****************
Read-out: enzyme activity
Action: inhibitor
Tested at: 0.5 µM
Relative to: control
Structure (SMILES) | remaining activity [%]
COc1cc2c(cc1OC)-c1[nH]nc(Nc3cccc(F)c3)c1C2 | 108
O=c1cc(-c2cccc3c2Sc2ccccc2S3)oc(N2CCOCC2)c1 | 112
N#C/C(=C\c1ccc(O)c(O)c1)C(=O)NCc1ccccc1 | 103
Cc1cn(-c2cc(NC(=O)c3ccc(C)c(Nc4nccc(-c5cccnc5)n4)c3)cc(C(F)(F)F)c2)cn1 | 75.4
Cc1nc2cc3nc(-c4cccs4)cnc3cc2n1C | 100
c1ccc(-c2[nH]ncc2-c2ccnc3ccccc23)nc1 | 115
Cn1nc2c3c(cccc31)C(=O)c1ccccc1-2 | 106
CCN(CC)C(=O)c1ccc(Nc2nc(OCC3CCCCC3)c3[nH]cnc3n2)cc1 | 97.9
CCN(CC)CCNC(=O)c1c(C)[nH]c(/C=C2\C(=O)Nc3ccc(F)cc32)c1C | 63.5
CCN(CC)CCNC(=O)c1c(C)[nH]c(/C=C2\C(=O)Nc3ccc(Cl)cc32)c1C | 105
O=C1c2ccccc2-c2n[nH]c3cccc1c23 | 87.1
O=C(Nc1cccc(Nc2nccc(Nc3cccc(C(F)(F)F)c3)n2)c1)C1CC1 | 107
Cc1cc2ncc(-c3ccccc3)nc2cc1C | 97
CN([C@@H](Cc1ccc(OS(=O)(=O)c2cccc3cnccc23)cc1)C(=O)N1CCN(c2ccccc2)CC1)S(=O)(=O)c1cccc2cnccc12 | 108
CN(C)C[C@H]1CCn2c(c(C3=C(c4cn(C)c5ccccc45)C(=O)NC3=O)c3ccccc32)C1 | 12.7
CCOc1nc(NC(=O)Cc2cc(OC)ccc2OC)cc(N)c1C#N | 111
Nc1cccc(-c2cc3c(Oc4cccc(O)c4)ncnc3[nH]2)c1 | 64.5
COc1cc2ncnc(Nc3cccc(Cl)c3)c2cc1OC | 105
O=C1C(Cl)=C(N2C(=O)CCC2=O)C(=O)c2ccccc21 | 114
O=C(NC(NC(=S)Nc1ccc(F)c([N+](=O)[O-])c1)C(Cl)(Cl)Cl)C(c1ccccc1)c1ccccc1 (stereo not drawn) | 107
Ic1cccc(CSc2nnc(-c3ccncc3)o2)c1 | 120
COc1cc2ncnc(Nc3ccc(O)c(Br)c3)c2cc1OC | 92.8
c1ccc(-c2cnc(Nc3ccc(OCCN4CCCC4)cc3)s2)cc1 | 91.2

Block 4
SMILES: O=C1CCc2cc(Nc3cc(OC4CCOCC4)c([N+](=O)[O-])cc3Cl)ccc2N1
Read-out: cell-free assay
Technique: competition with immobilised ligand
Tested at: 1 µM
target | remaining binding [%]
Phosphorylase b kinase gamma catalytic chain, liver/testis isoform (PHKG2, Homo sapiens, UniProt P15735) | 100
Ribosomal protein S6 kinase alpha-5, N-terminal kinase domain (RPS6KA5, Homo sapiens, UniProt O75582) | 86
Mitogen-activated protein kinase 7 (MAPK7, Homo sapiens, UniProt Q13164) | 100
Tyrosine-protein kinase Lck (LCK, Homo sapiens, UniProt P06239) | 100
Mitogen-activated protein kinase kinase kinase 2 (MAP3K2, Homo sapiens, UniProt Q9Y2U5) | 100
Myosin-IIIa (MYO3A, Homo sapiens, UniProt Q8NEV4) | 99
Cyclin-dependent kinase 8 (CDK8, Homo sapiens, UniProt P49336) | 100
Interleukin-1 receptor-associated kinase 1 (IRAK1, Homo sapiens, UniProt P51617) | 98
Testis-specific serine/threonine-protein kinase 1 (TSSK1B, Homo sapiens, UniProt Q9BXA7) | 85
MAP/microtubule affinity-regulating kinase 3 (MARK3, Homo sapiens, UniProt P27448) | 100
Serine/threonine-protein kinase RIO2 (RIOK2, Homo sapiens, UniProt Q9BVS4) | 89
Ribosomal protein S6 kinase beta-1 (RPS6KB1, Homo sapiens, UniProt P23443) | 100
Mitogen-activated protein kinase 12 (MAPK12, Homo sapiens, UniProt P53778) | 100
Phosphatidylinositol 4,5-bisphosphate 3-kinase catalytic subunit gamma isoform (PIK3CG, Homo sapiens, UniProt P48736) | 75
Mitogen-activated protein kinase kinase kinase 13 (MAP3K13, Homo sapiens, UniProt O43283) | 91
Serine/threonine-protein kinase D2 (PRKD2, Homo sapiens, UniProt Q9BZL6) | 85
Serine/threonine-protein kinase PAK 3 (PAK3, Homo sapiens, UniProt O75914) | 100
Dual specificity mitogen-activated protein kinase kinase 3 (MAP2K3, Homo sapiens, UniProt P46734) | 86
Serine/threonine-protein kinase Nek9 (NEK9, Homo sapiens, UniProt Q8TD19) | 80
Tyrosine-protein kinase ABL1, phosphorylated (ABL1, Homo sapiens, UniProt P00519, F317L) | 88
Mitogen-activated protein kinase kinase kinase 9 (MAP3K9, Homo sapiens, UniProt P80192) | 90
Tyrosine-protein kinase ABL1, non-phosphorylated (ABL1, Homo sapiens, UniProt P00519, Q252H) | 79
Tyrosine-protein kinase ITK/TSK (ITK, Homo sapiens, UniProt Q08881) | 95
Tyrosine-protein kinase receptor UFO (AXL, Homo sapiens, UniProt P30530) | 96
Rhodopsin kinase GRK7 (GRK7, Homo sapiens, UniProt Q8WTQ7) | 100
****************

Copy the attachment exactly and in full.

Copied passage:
Read-out: enzyme activity
Action: inhibitor
Tested at: 0.5 µM
Relative to: control
Structure (SMILES) | remaining activity [%]
COc1cc2c(cc1OC)-c1[nH]nc(Nc3cccc(F)c3)c1C2 | 108
O=c1cc(-c2cccc3c2Sc2ccccc2S3)oc(N2CCOCC2)c1 | 112
N#C/C(=C\c1ccc(O)c(O)c1)C(=O)NCc1ccccc1 | 103
Cc1cn(-c2cc(NC(=O)c3ccc(C)c(Nc4nccc(-c5cccnc5)n4)c3)cc(C(F)(F)F)c2)cn1 | 75.4
Cc1nc2cc3nc(-c4cccs4)cnc3cc2n1C | 100
c1ccc(-c2[nH]ncc2-c2ccnc3ccccc23)nc1 | 115
Cn1nc2c3c(cccc31)C(=O)c1ccccc1-2 | 106
CCN(CC)C(=O)c1ccc(Nc2nc(OCC3CCCCC3)c3[nH]cnc3n2)cc1 | 97.9
CCN(CC)CCNC(=O)c1c(C)[nH]c(/C=C2\C(=O)Nc3ccc(F)cc32)c1C | 63.5
CCN(CC)CCNC(=O)c1c(C)[nH]c(/C=C2\C(=O)Nc3ccc(Cl)cc32)c1C | 105
O=C1c2ccccc2-c2n[nH]c3cccc1c23 | 87.1
O=C(Nc1cccc(Nc2nccc(Nc3cccc(C(F)(F)F)c3)n2)c1)C1CC1 | 107
Cc1cc2ncc(-c3ccccc3)nc2cc1C | 97
CN([C@@H](Cc1ccc(OS(=O)(=O)c2cccc3cnccc23)cc1)C(=O)N1CCN(c2ccccc2)CC1)S(=O)(=O)c1cccc2cnccc12 | 108
CN(C)C[C@H]1CCn2c(c(C3=C(c4cn(C)c5ccccc45)C(=O)NC3=O)c3ccccc32)C1 | 12.7
CCOc1nc(NC(=O)Cc2cc(OC)ccc2OC)cc(N)c1C#N | 111
Nc1cccc(-c2cc3c(Oc4cccc(O)c4)ncnc3[nH]2)c1 | 64.5
COc1cc2ncnc(Nc3cccc(Cl)c3)c2cc1OC | 105
O=C1C(Cl)=C(N2C(=O)CCC2=O)C(=O)c2ccccc21 | 114
O=C(NC(NC(=S)Nc1ccc(F)c([N+](=O)[O-])c1)C(Cl)(Cl)Cl)C(c1ccccc1)c1ccccc1 (stereo not drawn) | 107
Ic1cccc(CSc2nnc(-c3ccncc3)o2)c1 | 120
COc1cc2ncnc(Nc3ccc(O)c(Br)c3)c2cc1OC | 92.8
c1ccc(-c2cnc(Nc3ccc(OCCN4CCCC4)cc3)s2)cc1 | 91.2

Block 4
SMILES: O=C1CCc2cc(Nc3cc(OC4CCOCC4)c([N+](=O)[O-])cc3Cl)ccc2N1
Read-out: cell-free assay
Technique: competition with immobilised ligand
Tested at: 1 µM
target | remaining binding [%]
Phosphorylase b kinase gamma catalytic chain, liver/testis isoform (PHKG2, Homo sapiens, UniProt P15735) | 100
Ribosomal protein S6 kinase alpha-5, N-terminal kinase domain (RPS6KA5, Homo sapiens, UniProt O75582) | 86
Mitogen-activated protein kinase 7 (MAPK7, Homo sapiens, UniProt Q13164) | 100
Tyrosine-protein kinase Lck (LCK, Homo sapiens, UniProt P06239) | 100
Mitogen-activated protein kinase kinase kinase 2 (MAP3K2, Homo sapiens, UniProt Q9Y2U5) | 100
Myosin-IIIa (MYO3A, Homo sapiens, UniProt Q8NEV4) | 99
Cyclin-dependent kinase 8 (CDK8, Homo sapiens, UniProt P49336) | 100
Interleukin-1 receptor-associated kinase 1 (IRAK1, Homo sapiens, UniProt P51617) | 98
Testis-specific serine/threonine-protein kinase 1 (TSSK1B, Homo sapiens, UniProt Q9BXA7) | 85
MAP/microtubule affinity-regulating kinase 3 (MARK3, Homo sapiens, UniProt P27448) | 100
Serine/threonine-protein kinase RIO2 (RIOK2, Homo sapiens, UniProt Q9BVS4) | 89
Ribosomal protein S6 kinase beta-1 (RPS6KB1, Homo sapiens, UniProt P23443) | 100
Mitogen-activated protein kinase 12 (MAPK12, Homo sapiens, UniProt P53778) | 100
Phosphatidylinositol 4,5-bisphosphate 3-kinase catalytic subunit gamma isoform (PIK3CG, Homo sapiens, UniProt P48736) | 75
Mitogen-activated protein kinase kinase kinase 13 (MAP3K13, Homo sapiens, UniProt O43283) | 91
Serine/threonine-protein kinase D2 (PRKD2, Homo sapiens, UniProt Q9BZL6) | 85
Serine/threonine-protein kinase PAK 3 (PAK3, Homo sapiens, UniProt O75914) | 100
Dual specificity mitogen-activated protein kinase kinase 3 (MAP2K3, Homo sapiens, UniProt P46734) | 86
Serine/threonine-protein kinase Nek9 (NEK9, Homo sapiens, UniProt Q8TD19) | 80
Tyrosine-protein kinase ABL1, phosphorylated (ABL1, Homo sapiens, UniProt P00519, F317L) | 88
Mitogen-activated protein kinase kinase kinase 9 (MAP3K9, Homo sapiens, UniProt P80192) | 90
Tyrosine-protein kinase ABL1, non-phosphorylated (ABL1, Homo sapiens, UniProt P00519, Q252H) | 79
Tyrosine-protein kinase ITK/TSK (ITK, Homo sapiens, UniProt Q08881) | 95
Tyrosine-protein kinase receptor UFO (AXL, Homo sapiens, UniProt P30530) | 96
Rhodopsin kinase GRK7 (GRK7, Homo sapiens, UniProt Q8WTQ7) | 100